At Twister’z Premium Frozen Yogurt, guests line up to fill their waffle bowls and cake-bottomed cups with frozen-yogurt flavors such as mango, peanut butter, and watermelon. Next, they top off the creamy peaks with rainbow sprinkles, sour gummy worms, nuts, and crunchy cereal from a toppings bar that stretches for nearly the length of a wall. Before settling in to savor their calcium-filled, riboflavin-rich treats amid the shop’s bright-orange walls, guests must weigh their cups at the cash register. This pay-by-weight system allows for complete customization and may explain why helium-filled gumdrops are among the shop’s most popular toppings.
Inside this elegant eatery, undulating mirror segments reflect glimpses of signature kebab and kahari plates precariously stacked along the waiter's arm. Below small ceiling lights arranged like a constellation, tables are festooned with traditional clay-oven tandoori and masala dishes—but this is a small part of Noorani's ample repertoire, which ranges from Indian and Pakistani fare to a completely separate menu of traditional Chinese dishes. The staff prepares fresh fish and chicken coated in zesty sichuan, ginger soy, and orange sauces over noodles or tender rice. Guests, meanwhile, can load plates with cuisine from the 15-item daily lunch buffet and question regulars about Noorani Kabab House's live entertainment. The merriment syllabus presents comedy nights, concerts, and some guy who used a single chopstick to eat a bowl of hot-and-sour soup.
The scents of smoked barbecue, fried chicken, homemade mashed potatoes, and sizzling fish that emanate from the kitchens at Aunt Sarah’s Restaurant, now under new management, challenge its diners not to recall childhood days spent sampling their grandparents’ special recipes. The homestyle eats are available both à la carte and at private events held in the banquet rooms, where guests gather for breakfast, lunch, and dinner parties. Before departing, visitors stop by the onsite gift shop to pick up antiques, handmade floral arrangements, and jewelry.
Sharing is a must at Nile Ethiopian Restaurant. Orders arrive served atop communal platters, from which diners pluck bites stewed meats and vegetables using of injera, a sourdough flatbread made from the gluten-free grain teff. The batter ferments for three to four days, producing its signature tang and a spongy texture that's ideal for soaking up richly seasoned sauces and wine spills.
Staff are happy to explain the menu and the staples of Ethiopian cooking found on a menu that, according to the Richmond Times Dispatch, "offers enough diversity for the most seasoned diners but also provides novices an excellent introduction to Ethiopian food." Along with injera, the most iconic component of Ethiopian cooking is the powdered blend of chilies, basil, ginger, garlic, shallots, fenugreek, and cardamom known as berbere. This spice blend, prevalent throughout the menu, lends a pleasant kick to everything from saut?ed beef and stewed lentils to slow-cooked potatoes and a blend of cabbage and whatever vegetables happen to be in season. Those entrees that don't star meat are vegan, as the cooks make them without butter or dairy.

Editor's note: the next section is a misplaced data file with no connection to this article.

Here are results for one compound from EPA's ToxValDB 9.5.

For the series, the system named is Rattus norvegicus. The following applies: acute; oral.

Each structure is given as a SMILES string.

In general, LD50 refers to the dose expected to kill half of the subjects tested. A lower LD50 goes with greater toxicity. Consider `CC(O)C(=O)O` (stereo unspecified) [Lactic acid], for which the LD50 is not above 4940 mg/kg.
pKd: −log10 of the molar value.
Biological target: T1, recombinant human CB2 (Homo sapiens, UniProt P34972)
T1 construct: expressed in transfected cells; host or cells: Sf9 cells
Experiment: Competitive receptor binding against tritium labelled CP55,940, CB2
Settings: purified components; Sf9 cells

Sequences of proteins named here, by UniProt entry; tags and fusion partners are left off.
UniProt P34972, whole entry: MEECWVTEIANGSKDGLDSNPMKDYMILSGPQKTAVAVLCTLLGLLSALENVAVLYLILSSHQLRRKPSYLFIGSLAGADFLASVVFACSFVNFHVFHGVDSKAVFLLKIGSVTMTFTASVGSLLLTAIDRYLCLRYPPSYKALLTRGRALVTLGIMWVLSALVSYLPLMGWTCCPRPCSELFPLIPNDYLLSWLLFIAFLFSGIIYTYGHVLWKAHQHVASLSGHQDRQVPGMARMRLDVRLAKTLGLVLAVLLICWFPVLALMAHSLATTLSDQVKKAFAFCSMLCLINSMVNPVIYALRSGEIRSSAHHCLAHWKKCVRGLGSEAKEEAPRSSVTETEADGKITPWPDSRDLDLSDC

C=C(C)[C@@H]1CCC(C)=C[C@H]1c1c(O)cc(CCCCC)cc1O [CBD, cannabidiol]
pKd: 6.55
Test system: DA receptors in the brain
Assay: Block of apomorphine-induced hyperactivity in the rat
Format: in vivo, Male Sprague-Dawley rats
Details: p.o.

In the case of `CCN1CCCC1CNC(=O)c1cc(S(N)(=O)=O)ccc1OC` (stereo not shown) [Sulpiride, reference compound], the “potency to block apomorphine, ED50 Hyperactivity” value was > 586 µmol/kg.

A review in Style Weekly lauded recent renovations at Nile, along with service that "couldn't be better." The sensory experience starts even before you enter: the little brick building in the Fan bears a huge mural of a black-and-white crowd scene on one side and a brighter, more traditionally Ethiopian array of colors and shapes on the facade.
Chef Todd Butler's culinary journeys have taken him to Finland, France, Japan, and the Netherlands in pursuit of new gastronomic techniques. Born in Germany and raised on America's East Coast, his story has had a globetrotter's edge from day one. His early interest in cooking was sparked by watching his mother and sisters' adroit navigation of the kitchen, and that's where he still draws his inspiration from today. He's synthesizing the flavors of the world in hopes of capturing the nearly universal joy of mom's cooking. His signature dishes highlight the accumulated wisdom of his travels, spotlighting shareable small plates inspired by French, Mediterranean, Latin American, Asian, and southern favorites. Todd's dishes highlight fresh seafood, such as lobster knuckle and rock shrimp, as well as rich cheeses, complex sauces, and high-end meats including pork belly, duck confit, and beef short ribs. Similarly, bartenders infuse spirits with everything from muddled berries and mint to scotch bonnet peppers to forge an equally adventurous cocktail list. The dining area at s@mple glows with the light of three wall-mounted Apple Mac minis, whose 24-inch LED monitors beckon diners to mediate video-chat disputes between salt and pepper. Patrons may also rent iPad 2s by the hour and use iPads and iPod Touches to send their orders directly to the kitchen from the table.
Cuisine Type: American breakfast and lunch
Handicap Accessible: Yes
Number of Tables: 11?25
Parking: Parking lot
Most popular offering: Pancakes
Delivery / Take-out Available: Yes
Outdoor Seating: No
Pro Tip: Come ready to eat.
When asked what made her want to work with food, Regency Family Restaurant's owner, Lynn, put it simply: "Seeing how happy my food makes people." It's no surprise, then, that the breakfast-and-lunch eatery specializes in classic comfort foods from the North and South, with many options coming from family recipes. Three-egg omelets, New York?style breakfast sandwiches on kaiser rolls, and platters of french toast are served all day long, along with complimentary refills of coffee or tea. At lunch, burgers and Philly cheese steaks are served alongside hot, open turkey sandwiches smothered in gravy and accompanied by fries and cole slaw. As they sit at four-top tables or in plush booths, diners feast their eyes on the custom cakes leaving Lynn's kitchen on their way to special occasions.